The effects of lactose on calcium phosphate precipitation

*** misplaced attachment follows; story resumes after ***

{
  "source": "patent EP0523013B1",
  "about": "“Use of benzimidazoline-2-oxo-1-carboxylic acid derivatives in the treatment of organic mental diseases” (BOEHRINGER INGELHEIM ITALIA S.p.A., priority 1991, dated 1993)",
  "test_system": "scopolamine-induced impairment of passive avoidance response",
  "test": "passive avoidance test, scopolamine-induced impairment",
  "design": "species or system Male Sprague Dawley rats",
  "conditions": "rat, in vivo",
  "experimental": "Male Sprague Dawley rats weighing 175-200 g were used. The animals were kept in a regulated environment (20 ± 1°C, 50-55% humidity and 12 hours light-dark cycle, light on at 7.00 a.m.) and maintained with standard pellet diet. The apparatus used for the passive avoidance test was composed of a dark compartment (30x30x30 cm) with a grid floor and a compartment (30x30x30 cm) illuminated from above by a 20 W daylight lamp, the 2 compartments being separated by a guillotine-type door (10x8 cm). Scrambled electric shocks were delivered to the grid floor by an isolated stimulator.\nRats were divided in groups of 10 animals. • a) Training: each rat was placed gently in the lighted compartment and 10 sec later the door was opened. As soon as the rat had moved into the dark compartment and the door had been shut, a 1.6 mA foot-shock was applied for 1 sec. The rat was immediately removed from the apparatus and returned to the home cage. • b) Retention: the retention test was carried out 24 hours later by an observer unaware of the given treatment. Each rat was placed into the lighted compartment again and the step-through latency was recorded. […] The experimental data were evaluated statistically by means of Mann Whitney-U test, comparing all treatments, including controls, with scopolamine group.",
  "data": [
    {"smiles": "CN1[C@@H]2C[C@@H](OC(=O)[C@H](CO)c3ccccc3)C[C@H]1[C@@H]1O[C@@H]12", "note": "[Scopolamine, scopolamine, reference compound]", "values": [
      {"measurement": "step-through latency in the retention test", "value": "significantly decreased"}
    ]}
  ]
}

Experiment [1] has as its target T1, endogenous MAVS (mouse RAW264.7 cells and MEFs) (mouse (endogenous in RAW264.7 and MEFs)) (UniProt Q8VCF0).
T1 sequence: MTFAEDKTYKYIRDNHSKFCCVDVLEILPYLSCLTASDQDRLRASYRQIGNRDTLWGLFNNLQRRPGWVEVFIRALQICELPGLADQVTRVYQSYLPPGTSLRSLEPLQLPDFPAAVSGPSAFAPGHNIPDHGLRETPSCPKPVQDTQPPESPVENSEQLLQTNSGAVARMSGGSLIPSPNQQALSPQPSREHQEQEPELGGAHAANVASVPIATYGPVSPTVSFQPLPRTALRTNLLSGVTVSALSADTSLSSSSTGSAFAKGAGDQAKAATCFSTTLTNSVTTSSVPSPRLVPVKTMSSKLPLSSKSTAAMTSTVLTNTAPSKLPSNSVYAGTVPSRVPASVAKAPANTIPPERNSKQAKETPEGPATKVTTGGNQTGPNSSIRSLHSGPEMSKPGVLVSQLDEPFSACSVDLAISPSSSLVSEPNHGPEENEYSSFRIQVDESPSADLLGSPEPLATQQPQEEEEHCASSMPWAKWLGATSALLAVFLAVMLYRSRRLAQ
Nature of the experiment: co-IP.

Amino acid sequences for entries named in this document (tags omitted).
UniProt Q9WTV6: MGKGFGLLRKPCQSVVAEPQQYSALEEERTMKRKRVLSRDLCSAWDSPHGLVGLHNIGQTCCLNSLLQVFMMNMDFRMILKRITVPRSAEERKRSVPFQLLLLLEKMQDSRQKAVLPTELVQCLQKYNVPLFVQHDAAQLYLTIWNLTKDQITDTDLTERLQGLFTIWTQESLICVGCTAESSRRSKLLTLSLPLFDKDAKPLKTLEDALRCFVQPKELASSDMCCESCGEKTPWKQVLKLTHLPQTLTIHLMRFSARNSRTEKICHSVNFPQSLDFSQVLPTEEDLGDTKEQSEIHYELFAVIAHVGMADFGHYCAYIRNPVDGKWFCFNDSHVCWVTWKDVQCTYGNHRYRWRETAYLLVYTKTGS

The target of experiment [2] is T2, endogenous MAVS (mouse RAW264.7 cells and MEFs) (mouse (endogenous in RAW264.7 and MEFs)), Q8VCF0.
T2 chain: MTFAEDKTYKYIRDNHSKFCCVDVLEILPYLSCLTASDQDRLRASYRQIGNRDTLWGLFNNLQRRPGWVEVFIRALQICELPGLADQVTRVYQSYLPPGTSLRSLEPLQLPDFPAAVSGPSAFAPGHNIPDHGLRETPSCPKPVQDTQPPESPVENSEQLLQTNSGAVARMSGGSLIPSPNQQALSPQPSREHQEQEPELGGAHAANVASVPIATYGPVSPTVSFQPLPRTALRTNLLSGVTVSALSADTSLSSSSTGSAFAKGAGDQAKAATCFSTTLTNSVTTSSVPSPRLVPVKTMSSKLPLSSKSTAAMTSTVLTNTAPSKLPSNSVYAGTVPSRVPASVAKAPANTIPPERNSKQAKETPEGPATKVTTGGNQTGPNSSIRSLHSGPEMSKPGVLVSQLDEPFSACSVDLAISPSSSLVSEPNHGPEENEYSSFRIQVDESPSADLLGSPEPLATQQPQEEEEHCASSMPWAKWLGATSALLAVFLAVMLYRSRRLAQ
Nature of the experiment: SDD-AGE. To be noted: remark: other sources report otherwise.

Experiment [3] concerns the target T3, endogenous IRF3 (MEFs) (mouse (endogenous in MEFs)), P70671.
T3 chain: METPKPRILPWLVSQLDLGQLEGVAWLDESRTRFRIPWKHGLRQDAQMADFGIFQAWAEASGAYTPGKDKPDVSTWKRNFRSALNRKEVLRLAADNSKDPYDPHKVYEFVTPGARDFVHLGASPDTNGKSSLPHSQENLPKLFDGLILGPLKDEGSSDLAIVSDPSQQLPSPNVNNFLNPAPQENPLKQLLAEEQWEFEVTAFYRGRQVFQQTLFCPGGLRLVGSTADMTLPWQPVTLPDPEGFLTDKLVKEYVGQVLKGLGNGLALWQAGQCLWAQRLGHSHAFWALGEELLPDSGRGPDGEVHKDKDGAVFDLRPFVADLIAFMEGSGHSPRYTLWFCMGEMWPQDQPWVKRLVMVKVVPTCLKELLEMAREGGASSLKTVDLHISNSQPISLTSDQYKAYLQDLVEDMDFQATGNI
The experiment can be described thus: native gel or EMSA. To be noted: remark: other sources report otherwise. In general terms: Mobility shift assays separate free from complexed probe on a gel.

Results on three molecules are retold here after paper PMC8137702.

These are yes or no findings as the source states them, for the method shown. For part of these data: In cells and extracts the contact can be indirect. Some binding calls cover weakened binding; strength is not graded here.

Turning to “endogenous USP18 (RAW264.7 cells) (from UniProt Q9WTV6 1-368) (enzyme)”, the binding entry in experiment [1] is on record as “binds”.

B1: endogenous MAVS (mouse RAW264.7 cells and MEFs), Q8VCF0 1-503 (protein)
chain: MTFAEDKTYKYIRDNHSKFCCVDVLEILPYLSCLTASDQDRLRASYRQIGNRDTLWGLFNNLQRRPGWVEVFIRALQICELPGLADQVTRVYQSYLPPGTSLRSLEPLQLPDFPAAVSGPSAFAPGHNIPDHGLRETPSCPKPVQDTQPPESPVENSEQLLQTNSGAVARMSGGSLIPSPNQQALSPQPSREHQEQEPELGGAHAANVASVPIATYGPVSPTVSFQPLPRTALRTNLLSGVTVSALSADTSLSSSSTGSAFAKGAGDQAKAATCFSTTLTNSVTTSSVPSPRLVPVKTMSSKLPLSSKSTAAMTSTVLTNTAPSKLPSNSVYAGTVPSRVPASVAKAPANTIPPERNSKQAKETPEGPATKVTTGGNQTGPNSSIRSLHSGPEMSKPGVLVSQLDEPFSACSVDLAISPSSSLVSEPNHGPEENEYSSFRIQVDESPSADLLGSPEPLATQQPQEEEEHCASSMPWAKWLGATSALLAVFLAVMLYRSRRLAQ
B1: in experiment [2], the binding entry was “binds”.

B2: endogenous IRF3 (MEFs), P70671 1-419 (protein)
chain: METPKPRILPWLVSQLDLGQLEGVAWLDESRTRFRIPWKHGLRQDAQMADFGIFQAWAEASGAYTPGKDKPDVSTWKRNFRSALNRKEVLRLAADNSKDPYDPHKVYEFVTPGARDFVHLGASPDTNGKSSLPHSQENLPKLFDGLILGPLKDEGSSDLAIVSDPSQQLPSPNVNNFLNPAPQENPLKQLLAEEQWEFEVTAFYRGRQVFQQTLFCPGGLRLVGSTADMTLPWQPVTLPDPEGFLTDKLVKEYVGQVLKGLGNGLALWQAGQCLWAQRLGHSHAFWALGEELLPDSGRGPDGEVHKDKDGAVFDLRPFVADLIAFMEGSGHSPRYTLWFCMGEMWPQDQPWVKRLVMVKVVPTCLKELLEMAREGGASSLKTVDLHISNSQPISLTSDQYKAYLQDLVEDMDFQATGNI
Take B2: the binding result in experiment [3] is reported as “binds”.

Calcium phosphate, as the main insoluble component of milk and dairy products, has been always of interest in dairy research. When milk is concentrated by evaporation or reverse osmosis, the calcium phosphate and lactose become supersaturated. The main objective of this work was to be able to experimentally ascertain the effect of lactose on calcium phosphate precipitation, especially at higher concentrations. The experiments were carried out at 23 °C with various concentrations of calcium and phosphate solutions without and with 9.5% w/w lactose. pH was a key factor to determine the amount of calcium phosphate precipitation. Zetasizer analysis showed that lactose strongly influenced the calcium phosphate solution by forming nanoparticles with a size of about 1 nm. The role of lactose in enabling the formation of nanoparticles was previously unknown but is likely to be an important property of milk.